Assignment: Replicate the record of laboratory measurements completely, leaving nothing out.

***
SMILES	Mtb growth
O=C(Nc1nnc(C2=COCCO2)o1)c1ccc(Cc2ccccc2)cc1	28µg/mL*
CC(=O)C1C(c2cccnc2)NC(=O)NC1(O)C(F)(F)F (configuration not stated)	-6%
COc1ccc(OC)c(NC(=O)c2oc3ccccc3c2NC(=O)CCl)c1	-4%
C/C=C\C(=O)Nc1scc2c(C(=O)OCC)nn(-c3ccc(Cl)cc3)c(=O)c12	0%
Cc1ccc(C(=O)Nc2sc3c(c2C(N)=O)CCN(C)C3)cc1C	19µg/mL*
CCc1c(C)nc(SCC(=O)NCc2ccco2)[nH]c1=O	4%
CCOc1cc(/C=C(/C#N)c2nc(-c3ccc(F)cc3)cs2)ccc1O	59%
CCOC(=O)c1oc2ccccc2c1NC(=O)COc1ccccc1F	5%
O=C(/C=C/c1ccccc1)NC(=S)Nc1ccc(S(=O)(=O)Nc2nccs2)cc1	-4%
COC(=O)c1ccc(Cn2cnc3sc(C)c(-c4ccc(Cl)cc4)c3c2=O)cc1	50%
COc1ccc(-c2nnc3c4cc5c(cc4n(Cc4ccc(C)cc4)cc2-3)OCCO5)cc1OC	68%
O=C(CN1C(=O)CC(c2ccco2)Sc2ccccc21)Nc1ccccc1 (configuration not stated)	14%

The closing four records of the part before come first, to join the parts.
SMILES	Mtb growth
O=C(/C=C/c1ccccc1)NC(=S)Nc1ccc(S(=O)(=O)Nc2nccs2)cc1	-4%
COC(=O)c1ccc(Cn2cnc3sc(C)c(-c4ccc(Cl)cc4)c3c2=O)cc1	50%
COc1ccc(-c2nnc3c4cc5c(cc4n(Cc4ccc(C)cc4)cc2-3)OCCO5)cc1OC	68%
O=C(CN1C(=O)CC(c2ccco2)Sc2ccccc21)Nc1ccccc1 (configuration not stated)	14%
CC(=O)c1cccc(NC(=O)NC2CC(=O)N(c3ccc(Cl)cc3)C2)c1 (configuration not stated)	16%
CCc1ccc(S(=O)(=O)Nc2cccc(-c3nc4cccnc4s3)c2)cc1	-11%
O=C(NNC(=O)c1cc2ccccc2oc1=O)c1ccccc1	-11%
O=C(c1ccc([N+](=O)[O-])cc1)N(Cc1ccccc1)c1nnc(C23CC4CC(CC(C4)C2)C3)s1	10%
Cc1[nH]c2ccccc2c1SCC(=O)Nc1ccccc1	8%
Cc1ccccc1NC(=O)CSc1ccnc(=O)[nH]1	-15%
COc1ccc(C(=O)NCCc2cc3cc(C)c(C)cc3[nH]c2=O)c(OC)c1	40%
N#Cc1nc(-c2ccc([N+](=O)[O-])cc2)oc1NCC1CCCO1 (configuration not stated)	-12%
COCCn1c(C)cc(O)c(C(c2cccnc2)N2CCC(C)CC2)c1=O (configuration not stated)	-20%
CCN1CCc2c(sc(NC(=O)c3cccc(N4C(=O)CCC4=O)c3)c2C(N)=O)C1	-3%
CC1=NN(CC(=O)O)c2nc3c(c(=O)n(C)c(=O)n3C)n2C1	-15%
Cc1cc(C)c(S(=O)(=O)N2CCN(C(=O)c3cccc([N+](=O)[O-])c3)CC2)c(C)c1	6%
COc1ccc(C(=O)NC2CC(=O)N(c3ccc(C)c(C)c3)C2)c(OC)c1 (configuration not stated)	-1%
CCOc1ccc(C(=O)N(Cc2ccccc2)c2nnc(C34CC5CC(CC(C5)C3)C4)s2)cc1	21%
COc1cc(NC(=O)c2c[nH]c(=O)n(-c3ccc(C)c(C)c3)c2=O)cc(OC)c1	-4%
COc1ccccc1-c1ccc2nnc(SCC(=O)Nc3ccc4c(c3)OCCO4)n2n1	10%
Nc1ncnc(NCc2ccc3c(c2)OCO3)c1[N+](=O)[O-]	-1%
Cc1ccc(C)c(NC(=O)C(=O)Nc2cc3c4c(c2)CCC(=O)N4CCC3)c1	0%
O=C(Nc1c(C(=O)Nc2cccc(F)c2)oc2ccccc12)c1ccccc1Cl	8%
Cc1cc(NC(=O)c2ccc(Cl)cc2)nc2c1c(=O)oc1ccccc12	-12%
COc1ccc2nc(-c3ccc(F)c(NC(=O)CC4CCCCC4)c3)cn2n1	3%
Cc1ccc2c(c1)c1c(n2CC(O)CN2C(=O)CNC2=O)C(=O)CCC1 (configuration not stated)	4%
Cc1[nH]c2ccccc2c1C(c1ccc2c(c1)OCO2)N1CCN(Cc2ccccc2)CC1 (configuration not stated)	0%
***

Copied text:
SMILES	Mtb growth
O=C(Nc1nnc(C2=COCCO2)o1)c1ccc(Cc2ccccc2)cc1	28µg/mL*
CC(=O)C1C(c2cccnc2)NC(=O)NC1(O)C(F)(F)F (configuration not stated)	-6%
COc1ccc(OC)c(NC(=O)c2oc3ccccc3c2NC(=O)CCl)c1	-4%
C/C=C\C(=O)Nc1scc2c(C(=O)OCC)nn(-c3ccc(Cl)cc3)c(=O)c12	0%
Cc1ccc(C(=O)Nc2sc3c(c2C(N)=O)CCN(C)C3)cc1C	19µg/mL*
CCc1c(C)nc(SCC(=O)NCc2ccco2)[nH]c1=O	4%
CCOc1cc(/C=C(/C#N)c2nc(-c3ccc(F)cc3)cs2)ccc1O	59%
CCOC(=O)c1oc2ccccc2c1NC(=O)COc1ccccc1F	5%
O=C(/C=C/c1ccccc1)NC(=S)Nc1ccc(S(=O)(=O)Nc2nccs2)cc1	-4%
COC(=O)c1ccc(Cn2cnc3sc(C)c(-c4ccc(Cl)cc4)c3c2=O)cc1	50%
COc1ccc(-c2nnc3c4cc5c(cc4n(Cc4ccc(C)cc4)cc2-3)OCCO5)cc1OC	68%
O=C(CN1C(=O)CC(c2ccco2)Sc2ccccc21)Nc1ccccc1 (configuration not stated)	14%

The closing four records of the part before come first, to join the parts.
SMILES	Mtb growth
O=C(/C=C/c1ccccc1)NC(=S)Nc1ccc(S(=O)(=O)Nc2nccs2)cc1	-4%
COC(=O)c1ccc(Cn2cnc3sc(C)c(-c4ccc(Cl)cc4)c3c2=O)cc1	50%
COc1ccc(-c2nnc3c4cc5c(cc4n(Cc4ccc(C)cc4)cc2-3)OCCO5)cc1OC	68%
O=C(CN1C(=O)CC(c2ccco2)Sc2ccccc21)Nc1ccccc1 (configuration not stated)	14%
CC(=O)c1cccc(NC(=O)NC2CC(=O)N(c3ccc(Cl)cc3)C2)c1 (configuration not stated)	16%
CCc1ccc(S(=O)(=O)Nc2cccc(-c3nc4cccnc4s3)c2)cc1	-11%
O=C(NNC(=O)c1cc2ccccc2oc1=O)c1ccccc1	-11%
O=C(c1ccc([N+](=O)[O-])cc1)N(Cc1ccccc1)c1nnc(C23CC4CC(CC(C4)C2)C3)s1	10%
Cc1[nH]c2ccccc2c1SCC(=O)Nc1ccccc1	8%
Cc1ccccc1NC(=O)CSc1ccnc(=O)[nH]1	-15%
COc1ccc(C(=O)NCCc2cc3cc(C)c(C)cc3[nH]c2=O)c(OC)c1	40%
N#Cc1nc(-c2ccc([N+](=O)[O-])cc2)oc1NCC1CCCO1 (configuration not stated)	-12%
COCCn1c(C)cc(O)c(C(c2cccnc2)N2CCC(C)CC2)c1=O (configuration not stated)	-20%
CCN1CCc2c(sc(NC(=O)c3cccc(N4C(=O)CCC4=O)c3)c2C(N)=O)C1	-3%
CC1=NN(CC(=O)O)c2nc3c(c(=O)n(C)c(=O)n3C)n2C1	-15%
Cc1cc(C)c(S(=O)(=O)N2CCN(C(=O)c3cccc([N+](=O)[O-])c3)CC2)c(C)c1	6%
COc1ccc(C(=O)NC2CC(=O)N(c3ccc(C)c(C)c3)C2)c(OC)c1 (configuration not stated)	-1%
CCOc1ccc(C(=O)N(Cc2ccccc2)c2nnc(C34CC5CC(CC(C5)C3)C4)s2)cc1	21%
COc1cc(NC(=O)c2c[nH]c(=O)n(-c3ccc(C)c(C)c3)c2=O)cc(OC)c1	-4%
COc1ccccc1-c1ccc2nnc(SCC(=O)Nc3ccc4c(c3)OCCO4)n2n1	10%
Nc1ncnc(NCc2ccc3c(c2)OCO3)c1[N+](=O)[O-]	-1%
Cc1ccc(C)c(NC(=O)C(=O)Nc2cc3c4c(c2)CCC(=O)N4CCC3)c1	0%
O=C(Nc1c(C(=O)Nc2cccc(F)c2)oc2ccccc12)c1ccccc1Cl	8%
Cc1cc(NC(=O)c2ccc(Cl)cc2)nc2c1c(=O)oc1ccccc12	-12%
COc1ccc2nc(-c3ccc(F)c(NC(=O)CC4CCCCC4)c3)cn2n1	3%
Cc1ccc2c(c1)c1c(n2CC(O)CN2C(=O)CNC2=O)C(=O)CCC1 (configuration not stated)	4%
Cc1[nH]c2ccccc2c1C(c1ccc2c(c1)OCO2)N1CCN(Cc2ccccc2)CC1 (configuration not stated)	0%